All that said, I did like a lot of the seven-letter fill. BIG TIME, SMALL OJ, TOP TIER, even SOUPS UP are great phrases. And even a couple of strong single-worders in LACONIC, PAISANO and the devilish-sounding BILIOUS.

Such a fantastic clue in [It's found between the shoulders]. Yes, a HIGHWAY is between two shoulders! Wait. It's ROADWAY? What's a ROADWAY, you ask?

It's a road?

Humph.

I liked David and Sam's efforts to spice up the grid by using a few headlining long entries. GUMMY BEAR was great, reminding me of my childhood and that annoyingly catching theme song from the GUMMY BEARs TV show (do yourself a favor and don't YouTube it).

SNIPER RIFLE had the opposite effect for me, given what's going on with school shootings. I know it's not exactly related, and the clue was great – "far-sighted" indeed! – but kind of a downer of an entry.

Solid work, if not a standout for me.

JimH notes: Counting Variety puzzles, this is crossword #24 for Sam, and he won't be 23 years old until later this month. David is only 21 and this is his puzzle #80.
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© 2018, The New York TimesNo. 0511 ( 25,021 )
Across Down
1. Adds horsepower to : SOUPSUP
8. Sparta's foe in "300" : PERSIA
14. Elite : TOPTIER
15. Major : BIGTIME
16. Jolly "Roger"? : IHEARYA
17. 1950s heavyweight Johansson : INGEMAR
18. Zippo output : FLAME
19. Digs in the snow : IGLOO
21. Mariana Islands neighbor, for short : IWO
22. Rideshare app datum : FARE
23. Hearts, e.g. : SUIT
24. Hunk of meat : SLAB
25. Groundbreaking 1990s sitcom : ELLEN
27. Dashboard Confessional's genre : EMO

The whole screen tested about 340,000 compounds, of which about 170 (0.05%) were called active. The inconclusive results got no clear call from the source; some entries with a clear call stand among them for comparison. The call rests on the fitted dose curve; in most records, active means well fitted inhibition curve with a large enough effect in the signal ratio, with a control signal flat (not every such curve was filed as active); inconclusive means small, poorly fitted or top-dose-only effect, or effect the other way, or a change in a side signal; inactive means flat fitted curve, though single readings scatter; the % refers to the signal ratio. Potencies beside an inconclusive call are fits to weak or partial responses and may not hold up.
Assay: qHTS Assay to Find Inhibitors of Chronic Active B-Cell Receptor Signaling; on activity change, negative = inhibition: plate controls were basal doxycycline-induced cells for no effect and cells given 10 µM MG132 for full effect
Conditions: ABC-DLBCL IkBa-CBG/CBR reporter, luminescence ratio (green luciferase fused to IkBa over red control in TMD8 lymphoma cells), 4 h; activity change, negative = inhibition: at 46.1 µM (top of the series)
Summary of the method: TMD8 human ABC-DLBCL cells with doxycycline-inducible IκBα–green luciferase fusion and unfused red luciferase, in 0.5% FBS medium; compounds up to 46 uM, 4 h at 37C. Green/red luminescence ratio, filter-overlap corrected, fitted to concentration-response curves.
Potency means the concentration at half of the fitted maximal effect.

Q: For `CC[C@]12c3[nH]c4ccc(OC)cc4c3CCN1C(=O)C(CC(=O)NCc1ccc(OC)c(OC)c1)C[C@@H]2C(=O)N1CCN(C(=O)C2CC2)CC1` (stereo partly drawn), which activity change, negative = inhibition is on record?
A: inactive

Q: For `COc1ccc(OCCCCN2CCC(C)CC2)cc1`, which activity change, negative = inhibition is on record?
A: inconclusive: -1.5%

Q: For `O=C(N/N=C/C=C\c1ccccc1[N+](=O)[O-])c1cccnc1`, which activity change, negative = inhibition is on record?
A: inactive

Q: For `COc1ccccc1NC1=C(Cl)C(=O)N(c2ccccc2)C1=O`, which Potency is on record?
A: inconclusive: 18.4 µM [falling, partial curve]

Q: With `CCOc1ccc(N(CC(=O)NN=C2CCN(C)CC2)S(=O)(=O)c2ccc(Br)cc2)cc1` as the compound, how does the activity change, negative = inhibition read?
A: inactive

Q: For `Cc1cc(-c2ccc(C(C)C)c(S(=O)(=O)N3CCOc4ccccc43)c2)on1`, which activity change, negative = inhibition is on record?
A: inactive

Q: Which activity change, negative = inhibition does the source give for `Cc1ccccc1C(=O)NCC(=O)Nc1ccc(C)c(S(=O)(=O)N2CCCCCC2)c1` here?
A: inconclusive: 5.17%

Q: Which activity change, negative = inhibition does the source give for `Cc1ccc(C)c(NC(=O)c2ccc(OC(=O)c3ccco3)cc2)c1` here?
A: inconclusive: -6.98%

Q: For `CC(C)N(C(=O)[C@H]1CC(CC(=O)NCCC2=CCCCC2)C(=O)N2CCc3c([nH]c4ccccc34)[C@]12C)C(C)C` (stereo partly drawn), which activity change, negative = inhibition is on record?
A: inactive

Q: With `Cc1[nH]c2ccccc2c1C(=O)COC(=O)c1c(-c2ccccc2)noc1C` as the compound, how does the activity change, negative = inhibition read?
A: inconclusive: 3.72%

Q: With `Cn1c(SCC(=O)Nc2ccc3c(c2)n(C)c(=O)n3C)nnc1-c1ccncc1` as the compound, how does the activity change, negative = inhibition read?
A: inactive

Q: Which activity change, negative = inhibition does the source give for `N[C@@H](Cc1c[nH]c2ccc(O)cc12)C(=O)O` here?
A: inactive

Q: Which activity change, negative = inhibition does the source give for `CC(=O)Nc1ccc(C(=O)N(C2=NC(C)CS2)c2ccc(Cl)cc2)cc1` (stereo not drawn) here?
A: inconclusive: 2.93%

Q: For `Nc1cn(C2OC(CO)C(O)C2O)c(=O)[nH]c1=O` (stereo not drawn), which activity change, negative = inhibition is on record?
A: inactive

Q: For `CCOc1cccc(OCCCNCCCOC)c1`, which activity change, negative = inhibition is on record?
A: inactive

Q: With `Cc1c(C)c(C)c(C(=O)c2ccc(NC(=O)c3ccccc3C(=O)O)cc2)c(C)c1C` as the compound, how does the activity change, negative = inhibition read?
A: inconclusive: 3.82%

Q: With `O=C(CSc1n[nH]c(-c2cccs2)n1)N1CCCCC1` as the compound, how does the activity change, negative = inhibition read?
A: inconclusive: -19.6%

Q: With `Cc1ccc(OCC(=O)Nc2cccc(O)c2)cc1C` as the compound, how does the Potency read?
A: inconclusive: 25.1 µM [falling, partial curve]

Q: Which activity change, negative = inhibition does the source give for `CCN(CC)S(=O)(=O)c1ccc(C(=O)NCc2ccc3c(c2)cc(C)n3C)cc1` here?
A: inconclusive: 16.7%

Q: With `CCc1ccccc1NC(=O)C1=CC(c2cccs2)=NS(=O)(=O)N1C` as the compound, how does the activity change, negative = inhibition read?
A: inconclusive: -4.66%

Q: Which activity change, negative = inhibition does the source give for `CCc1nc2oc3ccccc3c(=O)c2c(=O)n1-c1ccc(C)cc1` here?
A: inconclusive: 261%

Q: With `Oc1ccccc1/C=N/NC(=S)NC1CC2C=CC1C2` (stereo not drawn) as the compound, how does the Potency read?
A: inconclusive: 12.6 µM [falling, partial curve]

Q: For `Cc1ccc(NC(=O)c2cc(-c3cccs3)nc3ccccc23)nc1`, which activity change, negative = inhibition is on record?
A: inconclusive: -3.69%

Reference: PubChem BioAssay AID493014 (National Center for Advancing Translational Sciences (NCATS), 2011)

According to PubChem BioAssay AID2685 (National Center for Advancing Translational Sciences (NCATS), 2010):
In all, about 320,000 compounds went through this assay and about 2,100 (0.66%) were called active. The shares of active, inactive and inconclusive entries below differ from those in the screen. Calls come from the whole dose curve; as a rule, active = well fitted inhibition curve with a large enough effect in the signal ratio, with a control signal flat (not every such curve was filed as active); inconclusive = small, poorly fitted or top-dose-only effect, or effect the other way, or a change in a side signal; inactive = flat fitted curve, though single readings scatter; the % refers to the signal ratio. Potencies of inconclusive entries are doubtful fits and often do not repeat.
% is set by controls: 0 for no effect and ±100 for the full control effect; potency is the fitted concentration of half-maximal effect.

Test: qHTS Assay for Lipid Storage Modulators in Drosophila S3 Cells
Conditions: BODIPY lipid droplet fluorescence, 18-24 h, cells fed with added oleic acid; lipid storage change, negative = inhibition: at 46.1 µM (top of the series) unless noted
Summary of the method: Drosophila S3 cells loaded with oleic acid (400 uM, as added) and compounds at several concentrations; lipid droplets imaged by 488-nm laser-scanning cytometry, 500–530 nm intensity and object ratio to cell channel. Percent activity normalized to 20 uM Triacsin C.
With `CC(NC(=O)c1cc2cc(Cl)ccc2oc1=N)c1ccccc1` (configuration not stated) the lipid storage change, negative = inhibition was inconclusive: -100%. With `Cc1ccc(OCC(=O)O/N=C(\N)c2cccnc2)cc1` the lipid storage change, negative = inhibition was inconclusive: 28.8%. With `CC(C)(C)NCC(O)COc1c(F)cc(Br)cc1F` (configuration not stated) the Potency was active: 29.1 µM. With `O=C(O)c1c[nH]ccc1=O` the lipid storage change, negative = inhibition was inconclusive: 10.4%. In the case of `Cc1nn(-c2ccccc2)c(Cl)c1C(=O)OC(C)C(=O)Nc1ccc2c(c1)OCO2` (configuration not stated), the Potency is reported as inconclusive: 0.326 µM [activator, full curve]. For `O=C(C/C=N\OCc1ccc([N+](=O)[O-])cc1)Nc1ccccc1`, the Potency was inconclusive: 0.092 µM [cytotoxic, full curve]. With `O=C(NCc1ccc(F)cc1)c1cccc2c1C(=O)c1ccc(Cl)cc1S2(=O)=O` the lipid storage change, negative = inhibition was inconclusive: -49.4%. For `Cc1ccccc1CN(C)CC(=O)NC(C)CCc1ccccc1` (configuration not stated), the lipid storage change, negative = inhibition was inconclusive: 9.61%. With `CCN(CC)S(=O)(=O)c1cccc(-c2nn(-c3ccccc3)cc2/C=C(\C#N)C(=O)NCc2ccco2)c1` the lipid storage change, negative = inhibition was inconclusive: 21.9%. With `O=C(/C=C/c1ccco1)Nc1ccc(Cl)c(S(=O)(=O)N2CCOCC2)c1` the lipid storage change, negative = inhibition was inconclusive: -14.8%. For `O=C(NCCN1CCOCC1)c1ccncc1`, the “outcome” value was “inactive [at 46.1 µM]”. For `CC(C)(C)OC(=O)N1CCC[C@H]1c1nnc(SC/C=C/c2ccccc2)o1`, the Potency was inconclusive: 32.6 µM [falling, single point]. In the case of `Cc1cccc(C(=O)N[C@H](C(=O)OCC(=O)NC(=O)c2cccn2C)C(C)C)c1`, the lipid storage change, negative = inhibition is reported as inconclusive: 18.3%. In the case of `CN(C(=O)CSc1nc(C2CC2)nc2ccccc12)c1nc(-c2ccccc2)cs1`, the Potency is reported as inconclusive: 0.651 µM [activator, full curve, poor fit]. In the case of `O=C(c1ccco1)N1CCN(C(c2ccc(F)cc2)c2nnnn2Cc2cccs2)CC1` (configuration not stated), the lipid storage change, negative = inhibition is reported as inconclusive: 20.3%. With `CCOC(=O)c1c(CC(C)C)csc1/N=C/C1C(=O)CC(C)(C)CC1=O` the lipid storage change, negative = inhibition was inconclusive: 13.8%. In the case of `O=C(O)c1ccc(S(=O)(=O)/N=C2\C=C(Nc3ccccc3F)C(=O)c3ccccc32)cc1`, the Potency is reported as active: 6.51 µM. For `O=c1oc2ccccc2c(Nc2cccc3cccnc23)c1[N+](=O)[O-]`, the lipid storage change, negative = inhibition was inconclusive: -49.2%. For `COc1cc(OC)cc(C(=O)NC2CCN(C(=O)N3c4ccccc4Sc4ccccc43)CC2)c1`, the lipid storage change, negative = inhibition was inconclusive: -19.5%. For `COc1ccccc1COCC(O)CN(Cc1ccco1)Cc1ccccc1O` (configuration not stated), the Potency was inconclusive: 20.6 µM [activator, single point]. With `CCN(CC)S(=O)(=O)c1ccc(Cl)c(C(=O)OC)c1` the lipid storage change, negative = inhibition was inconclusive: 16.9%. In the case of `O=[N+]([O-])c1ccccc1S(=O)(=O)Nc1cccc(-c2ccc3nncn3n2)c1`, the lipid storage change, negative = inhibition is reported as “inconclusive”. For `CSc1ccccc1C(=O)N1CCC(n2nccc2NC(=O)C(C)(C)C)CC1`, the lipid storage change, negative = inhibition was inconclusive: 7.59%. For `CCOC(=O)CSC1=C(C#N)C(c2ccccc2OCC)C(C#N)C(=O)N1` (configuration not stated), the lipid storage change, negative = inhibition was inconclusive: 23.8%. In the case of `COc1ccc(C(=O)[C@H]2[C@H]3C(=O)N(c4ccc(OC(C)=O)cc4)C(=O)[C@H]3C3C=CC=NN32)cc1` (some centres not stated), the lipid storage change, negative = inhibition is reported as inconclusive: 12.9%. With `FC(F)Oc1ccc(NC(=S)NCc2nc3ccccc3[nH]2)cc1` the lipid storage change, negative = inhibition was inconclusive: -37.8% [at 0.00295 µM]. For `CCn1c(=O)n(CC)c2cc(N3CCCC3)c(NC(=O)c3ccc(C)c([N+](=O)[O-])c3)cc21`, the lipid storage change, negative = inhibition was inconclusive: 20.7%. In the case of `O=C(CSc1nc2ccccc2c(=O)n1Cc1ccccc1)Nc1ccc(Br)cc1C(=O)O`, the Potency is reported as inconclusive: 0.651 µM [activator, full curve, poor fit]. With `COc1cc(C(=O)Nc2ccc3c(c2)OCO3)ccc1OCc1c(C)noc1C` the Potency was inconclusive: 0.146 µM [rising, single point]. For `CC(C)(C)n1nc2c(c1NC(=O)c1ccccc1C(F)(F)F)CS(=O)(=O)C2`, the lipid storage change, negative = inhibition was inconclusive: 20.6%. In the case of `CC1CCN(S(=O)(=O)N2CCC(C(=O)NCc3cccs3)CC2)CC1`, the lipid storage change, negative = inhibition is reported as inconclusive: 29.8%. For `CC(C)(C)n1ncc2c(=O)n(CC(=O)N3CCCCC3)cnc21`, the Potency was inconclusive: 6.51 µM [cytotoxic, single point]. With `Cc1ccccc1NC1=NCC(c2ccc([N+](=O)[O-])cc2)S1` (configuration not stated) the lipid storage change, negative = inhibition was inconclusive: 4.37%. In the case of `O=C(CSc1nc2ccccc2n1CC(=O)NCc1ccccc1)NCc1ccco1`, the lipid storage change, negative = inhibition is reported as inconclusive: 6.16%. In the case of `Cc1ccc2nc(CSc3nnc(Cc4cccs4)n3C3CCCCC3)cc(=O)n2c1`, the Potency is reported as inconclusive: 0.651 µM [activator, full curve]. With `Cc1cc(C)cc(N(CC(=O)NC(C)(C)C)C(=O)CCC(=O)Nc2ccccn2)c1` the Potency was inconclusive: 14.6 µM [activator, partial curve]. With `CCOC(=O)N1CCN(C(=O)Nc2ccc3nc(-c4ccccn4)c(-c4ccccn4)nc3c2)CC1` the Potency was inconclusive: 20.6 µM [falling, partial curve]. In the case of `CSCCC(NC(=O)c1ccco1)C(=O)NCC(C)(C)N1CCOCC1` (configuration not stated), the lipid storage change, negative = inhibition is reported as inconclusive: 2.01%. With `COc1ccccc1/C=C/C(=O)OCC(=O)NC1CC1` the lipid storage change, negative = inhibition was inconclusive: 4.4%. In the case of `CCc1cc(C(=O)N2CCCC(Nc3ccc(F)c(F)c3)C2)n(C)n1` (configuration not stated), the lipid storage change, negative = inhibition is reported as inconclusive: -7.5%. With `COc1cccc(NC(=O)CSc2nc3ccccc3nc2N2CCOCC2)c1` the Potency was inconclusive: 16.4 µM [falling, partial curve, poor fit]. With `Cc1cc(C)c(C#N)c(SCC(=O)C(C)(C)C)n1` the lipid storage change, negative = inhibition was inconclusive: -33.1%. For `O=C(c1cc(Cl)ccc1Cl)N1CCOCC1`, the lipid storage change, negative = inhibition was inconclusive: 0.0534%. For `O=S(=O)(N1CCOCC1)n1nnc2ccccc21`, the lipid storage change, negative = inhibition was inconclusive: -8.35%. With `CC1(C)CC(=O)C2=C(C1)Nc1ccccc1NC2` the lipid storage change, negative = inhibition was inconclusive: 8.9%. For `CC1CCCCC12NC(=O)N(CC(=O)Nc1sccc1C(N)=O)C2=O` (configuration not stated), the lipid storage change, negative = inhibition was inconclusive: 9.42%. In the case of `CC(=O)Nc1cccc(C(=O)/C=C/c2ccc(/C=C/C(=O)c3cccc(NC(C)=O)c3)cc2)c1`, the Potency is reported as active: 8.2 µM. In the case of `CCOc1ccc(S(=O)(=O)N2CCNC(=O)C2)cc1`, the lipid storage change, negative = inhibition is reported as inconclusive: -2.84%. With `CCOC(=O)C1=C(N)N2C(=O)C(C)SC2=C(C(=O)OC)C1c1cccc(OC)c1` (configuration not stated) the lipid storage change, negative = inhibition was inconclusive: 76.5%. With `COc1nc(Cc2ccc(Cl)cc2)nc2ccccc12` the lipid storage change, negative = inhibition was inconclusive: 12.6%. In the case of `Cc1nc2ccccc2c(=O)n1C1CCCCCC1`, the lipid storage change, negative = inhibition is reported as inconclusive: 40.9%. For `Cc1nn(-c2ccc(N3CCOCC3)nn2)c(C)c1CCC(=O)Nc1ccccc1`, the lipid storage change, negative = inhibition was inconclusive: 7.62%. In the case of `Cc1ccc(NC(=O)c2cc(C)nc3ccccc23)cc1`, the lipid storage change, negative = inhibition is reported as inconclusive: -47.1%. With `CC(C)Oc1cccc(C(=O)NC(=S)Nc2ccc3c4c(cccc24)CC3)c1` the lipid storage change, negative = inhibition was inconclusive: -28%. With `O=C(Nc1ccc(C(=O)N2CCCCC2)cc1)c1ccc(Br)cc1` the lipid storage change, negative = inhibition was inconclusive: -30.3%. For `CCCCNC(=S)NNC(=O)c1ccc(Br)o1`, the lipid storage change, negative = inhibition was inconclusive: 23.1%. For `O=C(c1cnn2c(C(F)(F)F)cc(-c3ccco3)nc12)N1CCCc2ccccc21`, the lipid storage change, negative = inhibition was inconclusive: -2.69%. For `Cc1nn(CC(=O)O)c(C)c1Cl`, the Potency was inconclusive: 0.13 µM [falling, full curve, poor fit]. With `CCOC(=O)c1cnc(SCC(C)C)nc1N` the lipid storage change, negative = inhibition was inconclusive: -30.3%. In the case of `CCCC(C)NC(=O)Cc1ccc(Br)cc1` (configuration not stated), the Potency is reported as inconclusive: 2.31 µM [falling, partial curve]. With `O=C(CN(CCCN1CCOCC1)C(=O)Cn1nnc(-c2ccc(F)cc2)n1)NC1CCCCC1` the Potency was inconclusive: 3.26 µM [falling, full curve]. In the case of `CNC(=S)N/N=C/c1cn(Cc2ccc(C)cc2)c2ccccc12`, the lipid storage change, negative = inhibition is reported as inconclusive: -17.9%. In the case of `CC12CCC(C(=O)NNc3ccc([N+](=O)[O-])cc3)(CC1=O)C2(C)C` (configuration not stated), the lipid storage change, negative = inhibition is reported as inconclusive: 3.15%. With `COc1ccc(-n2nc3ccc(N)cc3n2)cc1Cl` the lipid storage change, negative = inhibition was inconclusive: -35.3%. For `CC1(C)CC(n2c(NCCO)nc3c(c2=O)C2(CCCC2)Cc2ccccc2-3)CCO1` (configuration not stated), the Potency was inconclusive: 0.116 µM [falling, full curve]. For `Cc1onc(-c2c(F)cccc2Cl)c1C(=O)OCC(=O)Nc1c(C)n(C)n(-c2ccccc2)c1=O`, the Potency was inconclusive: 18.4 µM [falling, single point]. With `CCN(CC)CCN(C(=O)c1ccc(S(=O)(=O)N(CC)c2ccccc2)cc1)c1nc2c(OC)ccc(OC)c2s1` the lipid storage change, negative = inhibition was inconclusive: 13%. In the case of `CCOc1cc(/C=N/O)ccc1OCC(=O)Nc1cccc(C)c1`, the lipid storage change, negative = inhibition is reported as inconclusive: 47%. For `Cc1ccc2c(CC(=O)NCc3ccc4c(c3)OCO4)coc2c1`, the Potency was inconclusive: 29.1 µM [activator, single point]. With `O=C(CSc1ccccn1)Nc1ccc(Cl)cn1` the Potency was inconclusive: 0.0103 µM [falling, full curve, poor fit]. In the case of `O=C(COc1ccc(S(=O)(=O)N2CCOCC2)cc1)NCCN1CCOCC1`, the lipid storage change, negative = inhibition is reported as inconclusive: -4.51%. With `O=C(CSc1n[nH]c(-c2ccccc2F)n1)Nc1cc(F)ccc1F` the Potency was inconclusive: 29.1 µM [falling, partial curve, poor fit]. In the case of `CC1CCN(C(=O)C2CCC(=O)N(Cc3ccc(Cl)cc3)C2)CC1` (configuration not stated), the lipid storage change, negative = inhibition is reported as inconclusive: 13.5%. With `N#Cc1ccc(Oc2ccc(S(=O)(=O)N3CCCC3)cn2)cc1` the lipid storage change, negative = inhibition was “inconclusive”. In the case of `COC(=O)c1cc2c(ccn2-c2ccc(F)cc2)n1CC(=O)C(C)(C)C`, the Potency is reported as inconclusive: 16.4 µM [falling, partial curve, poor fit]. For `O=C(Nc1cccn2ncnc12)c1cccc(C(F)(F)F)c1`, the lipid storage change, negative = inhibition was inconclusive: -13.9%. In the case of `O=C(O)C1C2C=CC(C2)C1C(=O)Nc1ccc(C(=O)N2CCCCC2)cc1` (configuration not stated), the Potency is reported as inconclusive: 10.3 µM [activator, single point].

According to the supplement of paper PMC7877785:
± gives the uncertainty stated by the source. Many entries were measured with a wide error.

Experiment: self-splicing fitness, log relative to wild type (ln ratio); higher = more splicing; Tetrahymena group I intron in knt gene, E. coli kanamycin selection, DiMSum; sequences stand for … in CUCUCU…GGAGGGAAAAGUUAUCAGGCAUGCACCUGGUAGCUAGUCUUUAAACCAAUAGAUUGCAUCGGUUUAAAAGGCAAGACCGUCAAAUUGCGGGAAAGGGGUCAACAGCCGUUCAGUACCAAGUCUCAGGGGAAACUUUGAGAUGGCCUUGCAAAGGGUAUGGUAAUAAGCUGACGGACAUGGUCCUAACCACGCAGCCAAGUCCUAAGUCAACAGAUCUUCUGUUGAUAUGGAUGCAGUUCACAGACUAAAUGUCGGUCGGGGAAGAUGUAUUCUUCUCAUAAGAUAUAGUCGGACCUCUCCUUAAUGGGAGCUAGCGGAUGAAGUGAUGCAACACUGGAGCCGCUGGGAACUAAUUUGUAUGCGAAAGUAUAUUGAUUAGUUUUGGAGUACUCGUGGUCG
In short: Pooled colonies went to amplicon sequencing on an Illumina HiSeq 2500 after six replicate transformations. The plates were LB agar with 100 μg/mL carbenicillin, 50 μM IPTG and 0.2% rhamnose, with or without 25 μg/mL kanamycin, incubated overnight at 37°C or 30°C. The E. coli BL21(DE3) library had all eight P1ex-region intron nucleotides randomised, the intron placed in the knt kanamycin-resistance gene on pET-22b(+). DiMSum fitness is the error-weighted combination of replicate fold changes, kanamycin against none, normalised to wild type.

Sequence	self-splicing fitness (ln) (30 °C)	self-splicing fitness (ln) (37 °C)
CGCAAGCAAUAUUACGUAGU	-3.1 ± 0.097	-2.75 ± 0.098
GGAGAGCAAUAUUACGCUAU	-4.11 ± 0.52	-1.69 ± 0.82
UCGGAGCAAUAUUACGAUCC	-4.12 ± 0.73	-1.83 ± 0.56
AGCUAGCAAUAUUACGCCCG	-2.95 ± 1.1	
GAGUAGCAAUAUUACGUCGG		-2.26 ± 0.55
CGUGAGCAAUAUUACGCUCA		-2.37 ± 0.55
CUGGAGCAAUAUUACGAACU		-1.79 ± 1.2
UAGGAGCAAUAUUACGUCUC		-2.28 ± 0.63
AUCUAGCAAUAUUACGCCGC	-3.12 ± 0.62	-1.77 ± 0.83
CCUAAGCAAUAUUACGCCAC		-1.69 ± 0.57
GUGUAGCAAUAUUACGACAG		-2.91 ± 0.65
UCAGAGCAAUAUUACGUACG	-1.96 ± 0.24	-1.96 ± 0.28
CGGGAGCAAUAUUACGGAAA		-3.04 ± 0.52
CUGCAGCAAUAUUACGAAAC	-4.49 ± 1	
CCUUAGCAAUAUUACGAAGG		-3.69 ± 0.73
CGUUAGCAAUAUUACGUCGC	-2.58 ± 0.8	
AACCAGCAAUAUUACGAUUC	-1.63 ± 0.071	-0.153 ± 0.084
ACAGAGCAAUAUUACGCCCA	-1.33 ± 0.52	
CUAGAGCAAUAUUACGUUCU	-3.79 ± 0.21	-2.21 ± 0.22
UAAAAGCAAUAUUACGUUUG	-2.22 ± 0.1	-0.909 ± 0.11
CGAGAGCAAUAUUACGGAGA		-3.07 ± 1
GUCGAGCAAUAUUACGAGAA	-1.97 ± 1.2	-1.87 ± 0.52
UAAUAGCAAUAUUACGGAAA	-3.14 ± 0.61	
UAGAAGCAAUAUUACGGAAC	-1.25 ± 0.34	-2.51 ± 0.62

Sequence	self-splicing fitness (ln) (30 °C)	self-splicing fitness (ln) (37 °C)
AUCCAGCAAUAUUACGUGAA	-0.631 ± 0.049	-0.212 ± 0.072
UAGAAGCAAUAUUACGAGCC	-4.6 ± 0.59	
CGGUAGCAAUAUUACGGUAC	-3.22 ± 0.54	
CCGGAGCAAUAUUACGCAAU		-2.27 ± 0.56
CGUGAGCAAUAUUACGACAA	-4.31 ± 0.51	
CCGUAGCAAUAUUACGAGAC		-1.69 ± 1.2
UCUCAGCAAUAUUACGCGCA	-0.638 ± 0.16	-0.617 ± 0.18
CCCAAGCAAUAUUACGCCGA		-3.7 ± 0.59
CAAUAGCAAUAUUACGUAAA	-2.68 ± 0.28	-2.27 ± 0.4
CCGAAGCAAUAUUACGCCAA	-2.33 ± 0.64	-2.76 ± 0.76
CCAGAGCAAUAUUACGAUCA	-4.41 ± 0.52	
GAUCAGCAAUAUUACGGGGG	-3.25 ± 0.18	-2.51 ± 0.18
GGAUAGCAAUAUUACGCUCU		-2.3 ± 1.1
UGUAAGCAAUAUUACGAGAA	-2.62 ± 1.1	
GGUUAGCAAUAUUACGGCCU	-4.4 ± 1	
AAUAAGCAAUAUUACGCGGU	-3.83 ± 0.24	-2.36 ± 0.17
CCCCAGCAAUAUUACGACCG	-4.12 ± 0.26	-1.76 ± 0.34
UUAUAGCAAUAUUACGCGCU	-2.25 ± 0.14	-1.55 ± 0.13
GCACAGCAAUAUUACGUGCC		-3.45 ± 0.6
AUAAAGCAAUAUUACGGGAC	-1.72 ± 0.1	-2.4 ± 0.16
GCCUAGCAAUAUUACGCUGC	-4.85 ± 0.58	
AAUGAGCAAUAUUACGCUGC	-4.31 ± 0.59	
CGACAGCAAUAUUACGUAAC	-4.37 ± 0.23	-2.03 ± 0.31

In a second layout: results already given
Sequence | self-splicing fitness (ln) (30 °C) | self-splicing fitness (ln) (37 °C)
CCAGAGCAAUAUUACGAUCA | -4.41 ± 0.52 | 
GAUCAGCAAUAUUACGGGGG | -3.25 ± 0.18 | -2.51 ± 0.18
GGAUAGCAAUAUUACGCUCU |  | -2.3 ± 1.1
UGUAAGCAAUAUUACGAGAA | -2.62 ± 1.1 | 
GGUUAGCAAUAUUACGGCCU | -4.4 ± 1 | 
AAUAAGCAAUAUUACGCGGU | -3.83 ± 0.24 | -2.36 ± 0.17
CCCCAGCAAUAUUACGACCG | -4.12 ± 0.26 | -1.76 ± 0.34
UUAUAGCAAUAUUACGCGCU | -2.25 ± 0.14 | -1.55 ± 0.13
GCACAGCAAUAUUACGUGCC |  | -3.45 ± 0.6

28. Take in : SNARE
29. Midwest city that was home to the Wright brothers : DAYTON
31. Things that help you go off the beaten path? : MUDTIRES
33. Product whose original slogan was "It floats" : IVORYSOAP
35. Try to catch someone, metaphorically : SPINAWEB
38. Bishop, for one : CLERIC
42. Dog woe : MANGE
43. One who might meet with a venture capitalist, for short : CEO
45. Currency unit equal to 100 53-Down : KRONA
46. Some are audiovisual : AIDS
47. Sound from a sock : WHAM
48. Vessel that rhymes with a nautical direction : RAFT
49. Where Shaquille O'Neal played college ball : LSU
50. ___ Khan, antagonist in "The Jungle Book" : SHERE
51. Move crabwise : SIDLE
52. To the point : LACONIC
54. Subject of the 2003 memoir "Jarhead" : GULFWAR
56. Proceeding as planned : ONTRACK
57. Timely question? : AMILATE
58. Figure in a Nativity scene : JOSEPH
59. Blue in the face? : SADEYED
1. Left without leaving anything : STIFFED
2. "How marvelous!" : OOHLALA
3. Like roosters : UPEARLY
4. They're usually held on school nights : PTAMEETINGS
5. Beget : SIRE
6. Quick turnaround? : UEY
7. Tough love rarity : PRAISE
8. ___ gris : PINOT
9. Breakfast brand : EGGO
10. "1" preceder: Abbr. : RTE
11. Close : SIMILAR
12. "You don't have to tell me that" : IMAWARE
13. Oxygen consumers : AEROBES
15. Peevishly ill-natured : BILIOUS
20. Chewy, fruity candy : GUMMYBEAR
24. What's far-sighted? : SNIPERRIFLE
26. Pop stars? : NOVAE
28. Much of a cattail : STALK
30. Right away : NOW
32. Microsoft Word creation, briefly : DOC
34. Look over again : RECHECK
35. Kid's IHOP order, perhaps : SMALLOJ
36. Compadre : PAISANO
37. Initiates : INDUCTS
39. It's found between the shoulders : ROADWAY
40. Blow up : INFLATE
41. Like some fancy parties : CATERED
44. Horseshoe lookalikes : OMEGAS
47. "This one or that one?" : WHICH
50. "Oh, you got me!" : SNAP
51. Got home safely, in a way : SLID
53. 45-Across divisions : ORE
55. Actress Thurman : UMA

Answer summary: 6 unique to this puzzle, 1 unique to Shortz Era but used previously.